Anyone drained a pond?

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  #1  
Old 10-15-08, 06:04 PM
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Talking Anyone drained a pond?

my husband and I are looking at buying a home on 12 acres of land. It is a foreclosure and has not been occupied for a bit. On that property is a pond that is old, was poorly planned, and is causing the neighbors to contact our county's Soil and Water Conservation office because essentially the pond drains right onto their property. They're upset as is expected. If we bought this property we would be responsible for this pond, and our first instinct is to drain it and fill it in. Has anyone had any issues like this? How did you go about draining the pond? You have all the info we do on how it's fed, etc. Thanks!
 
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  #2  
Old 10-16-08, 08:36 AM
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You do not say how large or deep the pond is but they all get drained the same. Size only matters when the filling comes into play.
If the pond has a side or sides that are above level ground you would dig a slot in this wall to allow the water to flow out of the pond. This slot needs to go to the bottom of the pond.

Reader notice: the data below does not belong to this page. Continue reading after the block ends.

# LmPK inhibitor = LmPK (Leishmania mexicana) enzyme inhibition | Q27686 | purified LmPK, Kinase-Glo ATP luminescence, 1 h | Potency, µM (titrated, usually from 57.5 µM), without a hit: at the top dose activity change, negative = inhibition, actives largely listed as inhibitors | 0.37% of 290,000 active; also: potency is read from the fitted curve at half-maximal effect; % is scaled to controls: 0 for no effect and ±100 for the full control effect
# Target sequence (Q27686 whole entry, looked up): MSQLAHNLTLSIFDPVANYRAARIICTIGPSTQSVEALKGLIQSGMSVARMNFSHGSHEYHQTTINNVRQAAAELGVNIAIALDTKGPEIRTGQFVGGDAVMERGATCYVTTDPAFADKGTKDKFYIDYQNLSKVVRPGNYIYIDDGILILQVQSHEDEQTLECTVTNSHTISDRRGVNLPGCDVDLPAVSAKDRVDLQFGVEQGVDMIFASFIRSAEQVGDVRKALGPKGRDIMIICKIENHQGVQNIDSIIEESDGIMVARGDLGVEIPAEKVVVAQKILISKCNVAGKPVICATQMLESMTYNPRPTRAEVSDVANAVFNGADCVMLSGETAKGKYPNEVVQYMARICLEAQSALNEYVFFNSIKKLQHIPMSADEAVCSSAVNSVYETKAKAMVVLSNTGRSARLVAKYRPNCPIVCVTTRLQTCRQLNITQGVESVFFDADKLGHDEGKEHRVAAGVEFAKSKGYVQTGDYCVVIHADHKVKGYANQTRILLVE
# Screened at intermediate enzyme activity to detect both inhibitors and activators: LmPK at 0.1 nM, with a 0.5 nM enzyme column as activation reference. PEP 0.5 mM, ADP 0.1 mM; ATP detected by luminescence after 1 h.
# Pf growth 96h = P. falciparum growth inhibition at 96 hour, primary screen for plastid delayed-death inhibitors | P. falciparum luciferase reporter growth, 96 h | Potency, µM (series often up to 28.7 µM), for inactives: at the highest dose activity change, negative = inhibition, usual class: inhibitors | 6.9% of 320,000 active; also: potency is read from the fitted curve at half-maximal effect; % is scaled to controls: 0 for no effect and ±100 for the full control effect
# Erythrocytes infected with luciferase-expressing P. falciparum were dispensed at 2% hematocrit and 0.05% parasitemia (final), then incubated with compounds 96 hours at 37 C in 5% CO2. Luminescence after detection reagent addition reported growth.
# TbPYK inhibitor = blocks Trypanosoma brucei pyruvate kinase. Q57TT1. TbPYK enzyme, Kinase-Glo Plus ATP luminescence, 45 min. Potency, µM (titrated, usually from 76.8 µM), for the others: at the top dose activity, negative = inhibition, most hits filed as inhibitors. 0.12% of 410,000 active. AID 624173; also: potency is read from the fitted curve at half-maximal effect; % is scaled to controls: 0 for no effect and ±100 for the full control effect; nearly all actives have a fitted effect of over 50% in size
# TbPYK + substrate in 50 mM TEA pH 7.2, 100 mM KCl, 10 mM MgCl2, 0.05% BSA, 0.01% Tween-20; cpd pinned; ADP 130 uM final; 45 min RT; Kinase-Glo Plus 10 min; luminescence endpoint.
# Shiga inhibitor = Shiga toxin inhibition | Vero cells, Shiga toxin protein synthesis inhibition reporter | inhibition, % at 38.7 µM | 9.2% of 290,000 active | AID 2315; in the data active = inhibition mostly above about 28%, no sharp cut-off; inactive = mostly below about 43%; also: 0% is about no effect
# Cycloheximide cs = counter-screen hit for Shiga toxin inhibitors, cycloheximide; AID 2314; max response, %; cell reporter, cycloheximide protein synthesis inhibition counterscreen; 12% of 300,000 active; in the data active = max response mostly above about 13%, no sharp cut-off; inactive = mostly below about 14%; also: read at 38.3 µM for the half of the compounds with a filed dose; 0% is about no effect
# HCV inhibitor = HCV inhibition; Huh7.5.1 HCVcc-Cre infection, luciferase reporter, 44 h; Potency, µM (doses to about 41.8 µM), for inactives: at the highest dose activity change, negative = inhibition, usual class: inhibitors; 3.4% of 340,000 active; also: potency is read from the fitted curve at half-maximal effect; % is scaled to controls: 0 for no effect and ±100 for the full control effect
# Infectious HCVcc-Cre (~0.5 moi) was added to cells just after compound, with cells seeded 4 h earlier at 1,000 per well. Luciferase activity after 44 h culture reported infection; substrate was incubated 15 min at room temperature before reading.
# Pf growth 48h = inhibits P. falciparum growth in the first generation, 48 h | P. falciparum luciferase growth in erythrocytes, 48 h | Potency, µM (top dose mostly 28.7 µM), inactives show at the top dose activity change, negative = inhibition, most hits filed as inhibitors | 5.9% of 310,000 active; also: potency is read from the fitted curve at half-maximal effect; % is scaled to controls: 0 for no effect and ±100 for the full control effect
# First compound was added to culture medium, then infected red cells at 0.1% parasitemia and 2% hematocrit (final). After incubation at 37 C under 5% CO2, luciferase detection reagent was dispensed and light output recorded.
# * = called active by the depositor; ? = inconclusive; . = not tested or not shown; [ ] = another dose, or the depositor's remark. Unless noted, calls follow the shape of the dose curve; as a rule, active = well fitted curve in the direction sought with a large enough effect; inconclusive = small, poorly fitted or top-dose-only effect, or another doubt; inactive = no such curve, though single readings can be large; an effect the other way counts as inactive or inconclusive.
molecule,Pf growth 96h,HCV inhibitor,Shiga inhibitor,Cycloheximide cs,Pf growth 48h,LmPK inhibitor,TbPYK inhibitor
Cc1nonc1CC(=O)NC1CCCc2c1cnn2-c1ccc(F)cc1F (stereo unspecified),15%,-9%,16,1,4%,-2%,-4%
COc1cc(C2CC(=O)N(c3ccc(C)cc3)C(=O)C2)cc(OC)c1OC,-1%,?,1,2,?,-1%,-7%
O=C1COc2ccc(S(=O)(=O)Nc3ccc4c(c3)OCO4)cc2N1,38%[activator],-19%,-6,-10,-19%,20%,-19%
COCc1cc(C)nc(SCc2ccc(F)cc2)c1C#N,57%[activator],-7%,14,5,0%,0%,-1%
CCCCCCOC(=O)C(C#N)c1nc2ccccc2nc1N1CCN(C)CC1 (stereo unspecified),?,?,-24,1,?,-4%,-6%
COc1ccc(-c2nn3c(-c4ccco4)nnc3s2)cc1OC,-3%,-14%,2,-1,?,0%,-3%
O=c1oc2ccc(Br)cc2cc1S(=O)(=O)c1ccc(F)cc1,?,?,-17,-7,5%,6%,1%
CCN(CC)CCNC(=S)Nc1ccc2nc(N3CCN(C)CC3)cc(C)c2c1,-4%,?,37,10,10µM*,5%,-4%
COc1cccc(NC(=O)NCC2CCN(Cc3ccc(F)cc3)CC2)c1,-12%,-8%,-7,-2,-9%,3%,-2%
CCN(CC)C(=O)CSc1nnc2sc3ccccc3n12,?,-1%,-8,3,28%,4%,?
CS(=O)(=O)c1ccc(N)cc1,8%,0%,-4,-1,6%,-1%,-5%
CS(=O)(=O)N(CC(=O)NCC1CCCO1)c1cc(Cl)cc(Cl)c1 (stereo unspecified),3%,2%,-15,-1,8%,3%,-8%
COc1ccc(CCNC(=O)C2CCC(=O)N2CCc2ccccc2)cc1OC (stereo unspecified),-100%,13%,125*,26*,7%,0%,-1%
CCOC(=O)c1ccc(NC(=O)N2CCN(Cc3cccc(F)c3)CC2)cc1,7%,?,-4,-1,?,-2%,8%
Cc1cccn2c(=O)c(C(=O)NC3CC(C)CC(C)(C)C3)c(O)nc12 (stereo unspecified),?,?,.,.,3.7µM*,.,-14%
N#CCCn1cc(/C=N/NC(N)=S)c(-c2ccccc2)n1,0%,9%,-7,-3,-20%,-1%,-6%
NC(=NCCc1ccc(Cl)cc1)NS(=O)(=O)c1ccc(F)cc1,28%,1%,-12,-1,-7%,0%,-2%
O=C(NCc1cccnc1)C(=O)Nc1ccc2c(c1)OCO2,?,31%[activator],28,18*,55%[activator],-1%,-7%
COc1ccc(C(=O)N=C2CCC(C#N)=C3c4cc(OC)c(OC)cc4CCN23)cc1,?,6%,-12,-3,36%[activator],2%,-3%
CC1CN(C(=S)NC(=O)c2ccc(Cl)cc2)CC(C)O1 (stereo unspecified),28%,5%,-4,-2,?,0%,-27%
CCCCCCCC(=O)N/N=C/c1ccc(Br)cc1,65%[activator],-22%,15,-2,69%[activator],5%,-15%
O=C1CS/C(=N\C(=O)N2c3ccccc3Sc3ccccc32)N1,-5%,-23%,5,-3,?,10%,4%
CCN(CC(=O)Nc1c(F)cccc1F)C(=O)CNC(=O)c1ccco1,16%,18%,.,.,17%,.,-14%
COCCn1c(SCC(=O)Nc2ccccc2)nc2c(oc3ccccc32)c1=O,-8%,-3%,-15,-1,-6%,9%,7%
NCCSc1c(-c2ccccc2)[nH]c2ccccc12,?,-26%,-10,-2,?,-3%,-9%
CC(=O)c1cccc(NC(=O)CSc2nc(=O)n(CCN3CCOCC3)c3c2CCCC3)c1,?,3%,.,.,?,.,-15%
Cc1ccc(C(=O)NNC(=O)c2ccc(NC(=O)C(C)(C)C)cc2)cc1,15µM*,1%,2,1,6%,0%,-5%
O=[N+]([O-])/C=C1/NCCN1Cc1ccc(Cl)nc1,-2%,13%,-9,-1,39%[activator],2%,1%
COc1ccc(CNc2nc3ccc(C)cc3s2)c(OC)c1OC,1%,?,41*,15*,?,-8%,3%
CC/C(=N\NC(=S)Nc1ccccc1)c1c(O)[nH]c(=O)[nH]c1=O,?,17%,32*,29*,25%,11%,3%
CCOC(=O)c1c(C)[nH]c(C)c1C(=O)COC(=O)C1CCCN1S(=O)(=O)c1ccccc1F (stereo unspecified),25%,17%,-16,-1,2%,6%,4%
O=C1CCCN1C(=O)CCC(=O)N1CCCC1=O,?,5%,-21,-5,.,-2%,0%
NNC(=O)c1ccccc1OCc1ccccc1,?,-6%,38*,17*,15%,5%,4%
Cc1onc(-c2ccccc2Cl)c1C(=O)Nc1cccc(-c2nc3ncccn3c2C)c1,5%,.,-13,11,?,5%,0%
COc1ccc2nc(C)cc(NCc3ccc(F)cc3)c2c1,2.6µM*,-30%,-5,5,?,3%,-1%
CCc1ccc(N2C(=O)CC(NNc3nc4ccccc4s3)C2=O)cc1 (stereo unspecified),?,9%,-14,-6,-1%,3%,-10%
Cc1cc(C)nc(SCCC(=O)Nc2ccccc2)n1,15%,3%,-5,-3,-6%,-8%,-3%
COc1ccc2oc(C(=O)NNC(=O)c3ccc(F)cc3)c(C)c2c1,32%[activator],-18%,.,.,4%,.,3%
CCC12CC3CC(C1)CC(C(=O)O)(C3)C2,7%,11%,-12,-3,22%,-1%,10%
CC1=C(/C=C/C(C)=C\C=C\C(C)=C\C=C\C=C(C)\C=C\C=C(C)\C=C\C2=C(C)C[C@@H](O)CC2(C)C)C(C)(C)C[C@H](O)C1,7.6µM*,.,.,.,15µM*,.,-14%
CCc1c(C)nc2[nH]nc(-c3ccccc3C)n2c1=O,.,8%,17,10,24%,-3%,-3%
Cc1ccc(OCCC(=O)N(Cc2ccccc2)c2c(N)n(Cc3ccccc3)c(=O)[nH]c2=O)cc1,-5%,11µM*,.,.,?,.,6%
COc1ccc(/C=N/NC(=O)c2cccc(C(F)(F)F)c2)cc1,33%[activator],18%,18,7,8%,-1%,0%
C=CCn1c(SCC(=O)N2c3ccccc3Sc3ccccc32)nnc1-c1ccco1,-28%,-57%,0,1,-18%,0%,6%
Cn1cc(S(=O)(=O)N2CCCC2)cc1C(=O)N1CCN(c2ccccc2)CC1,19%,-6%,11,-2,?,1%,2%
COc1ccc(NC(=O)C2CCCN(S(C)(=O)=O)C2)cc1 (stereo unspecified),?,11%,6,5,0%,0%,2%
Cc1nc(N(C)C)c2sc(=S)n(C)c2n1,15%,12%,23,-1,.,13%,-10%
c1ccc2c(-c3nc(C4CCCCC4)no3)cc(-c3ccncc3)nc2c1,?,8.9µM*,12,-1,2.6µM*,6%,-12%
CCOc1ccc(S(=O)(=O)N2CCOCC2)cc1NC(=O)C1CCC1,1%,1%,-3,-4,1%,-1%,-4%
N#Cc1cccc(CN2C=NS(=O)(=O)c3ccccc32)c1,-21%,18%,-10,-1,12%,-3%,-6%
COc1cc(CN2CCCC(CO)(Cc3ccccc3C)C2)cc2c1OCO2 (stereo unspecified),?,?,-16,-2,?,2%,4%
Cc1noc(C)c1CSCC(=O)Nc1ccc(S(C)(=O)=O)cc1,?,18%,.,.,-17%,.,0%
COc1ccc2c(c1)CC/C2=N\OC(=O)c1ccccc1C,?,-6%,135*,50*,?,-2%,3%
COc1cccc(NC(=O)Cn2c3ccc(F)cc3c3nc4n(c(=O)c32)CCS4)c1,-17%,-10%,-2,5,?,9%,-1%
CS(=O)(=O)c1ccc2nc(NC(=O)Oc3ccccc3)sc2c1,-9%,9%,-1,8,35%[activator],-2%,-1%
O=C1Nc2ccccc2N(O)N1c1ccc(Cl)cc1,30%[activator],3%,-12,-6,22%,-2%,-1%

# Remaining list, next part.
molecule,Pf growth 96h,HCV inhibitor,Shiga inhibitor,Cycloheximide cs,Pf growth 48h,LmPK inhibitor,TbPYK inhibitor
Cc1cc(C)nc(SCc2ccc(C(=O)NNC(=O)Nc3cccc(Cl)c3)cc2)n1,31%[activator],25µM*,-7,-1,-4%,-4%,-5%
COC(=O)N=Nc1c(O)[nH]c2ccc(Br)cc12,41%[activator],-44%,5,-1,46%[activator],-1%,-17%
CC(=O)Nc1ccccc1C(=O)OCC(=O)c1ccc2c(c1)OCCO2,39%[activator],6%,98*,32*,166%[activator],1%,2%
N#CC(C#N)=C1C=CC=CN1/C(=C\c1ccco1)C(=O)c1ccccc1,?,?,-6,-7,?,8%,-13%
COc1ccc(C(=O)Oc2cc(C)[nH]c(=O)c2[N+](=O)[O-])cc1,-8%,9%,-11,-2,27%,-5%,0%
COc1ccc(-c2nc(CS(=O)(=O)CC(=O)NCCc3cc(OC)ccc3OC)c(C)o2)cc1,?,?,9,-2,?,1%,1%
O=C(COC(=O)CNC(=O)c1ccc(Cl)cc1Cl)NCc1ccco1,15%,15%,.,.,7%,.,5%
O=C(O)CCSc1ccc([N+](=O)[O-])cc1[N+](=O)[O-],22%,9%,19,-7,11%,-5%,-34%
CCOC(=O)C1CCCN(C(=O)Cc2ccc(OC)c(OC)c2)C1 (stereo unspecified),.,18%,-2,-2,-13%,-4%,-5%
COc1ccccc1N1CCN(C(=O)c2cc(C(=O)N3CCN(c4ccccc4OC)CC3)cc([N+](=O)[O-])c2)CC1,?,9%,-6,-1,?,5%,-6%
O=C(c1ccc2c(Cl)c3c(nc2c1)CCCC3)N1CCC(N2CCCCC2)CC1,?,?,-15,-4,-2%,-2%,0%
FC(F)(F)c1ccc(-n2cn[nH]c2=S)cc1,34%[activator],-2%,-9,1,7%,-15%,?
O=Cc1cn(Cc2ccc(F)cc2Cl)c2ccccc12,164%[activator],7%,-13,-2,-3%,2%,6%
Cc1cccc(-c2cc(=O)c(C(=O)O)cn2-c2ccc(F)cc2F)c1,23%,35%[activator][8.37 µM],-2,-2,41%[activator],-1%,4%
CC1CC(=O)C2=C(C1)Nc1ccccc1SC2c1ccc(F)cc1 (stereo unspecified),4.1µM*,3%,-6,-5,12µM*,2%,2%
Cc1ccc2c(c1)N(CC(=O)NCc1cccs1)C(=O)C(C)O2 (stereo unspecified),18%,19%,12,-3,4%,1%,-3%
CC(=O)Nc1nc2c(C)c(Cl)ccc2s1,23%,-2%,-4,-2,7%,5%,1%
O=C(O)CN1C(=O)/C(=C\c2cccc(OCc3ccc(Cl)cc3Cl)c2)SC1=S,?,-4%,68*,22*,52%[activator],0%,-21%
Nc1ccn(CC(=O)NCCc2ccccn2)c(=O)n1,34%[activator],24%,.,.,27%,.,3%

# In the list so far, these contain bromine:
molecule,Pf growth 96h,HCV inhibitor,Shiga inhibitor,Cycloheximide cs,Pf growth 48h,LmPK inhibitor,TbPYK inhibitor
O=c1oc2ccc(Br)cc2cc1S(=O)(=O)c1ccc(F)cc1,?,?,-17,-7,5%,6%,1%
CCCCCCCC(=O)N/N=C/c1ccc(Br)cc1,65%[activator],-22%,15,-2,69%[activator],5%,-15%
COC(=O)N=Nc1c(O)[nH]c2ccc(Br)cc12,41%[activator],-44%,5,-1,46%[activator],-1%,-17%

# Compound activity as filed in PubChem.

Imagine a bowl sitting on a table. To drain the bowl you cut a slot in the side from top to bottom to completely drain it.
Now if the bowl is recessed in the table where the top of the bowl and the table are flush then you have to dig a trench into the table as well as the bowl to drain it. Same thing if the pond is level with the ground. Or with either kind of pond you can always pump it out. If you pump it out you will have to fill it in before the next rain or it will refill at least partially.
The pond has been there for some time, why now is the neighbor causing you trouble? Maybe because he could not get anything done about it before? Find an excavation company and ask for an estimate on this, it could be very expensive as there may be county laws that regulate what can be used for filling the pond. Another thing would be can you direct the runoff from the draining away from the troublesome neighbor?
I know you love the property but if the neighbor is trouble before you buy what about after you build a house? Nothing worse than a nosey, troublesome, neighbor!
 
  #3  
Old 04-04-09, 07:30 PM
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is there no other option to run a tile or "overflow" to another ditch or drain tile to handle the runoff, with a little work you may want to spruceup the pond for your own enjoyment..as long as you can plese your neighbor about the run off or other concerns they have

for the cost of filling in the pond...redirecting the overflow or run off may prove much cheaper and you can still have the pond to redesign and landscape to your own liking and enjoyment...many people spned many hours sitting at the waters edge..feeding fish..or watching swallows dive and swoop over the water for a drink...or as the evening sets in watch as bats fly overhead in search of bugs that seem to hover over the pond..perhaps on occasion you find a heron wading in for a nice plum goldfish or two..i know my pond has brought many hours of calming time ...personally i think you should do what you can to save it, unless you hate it's location as much as your neighbor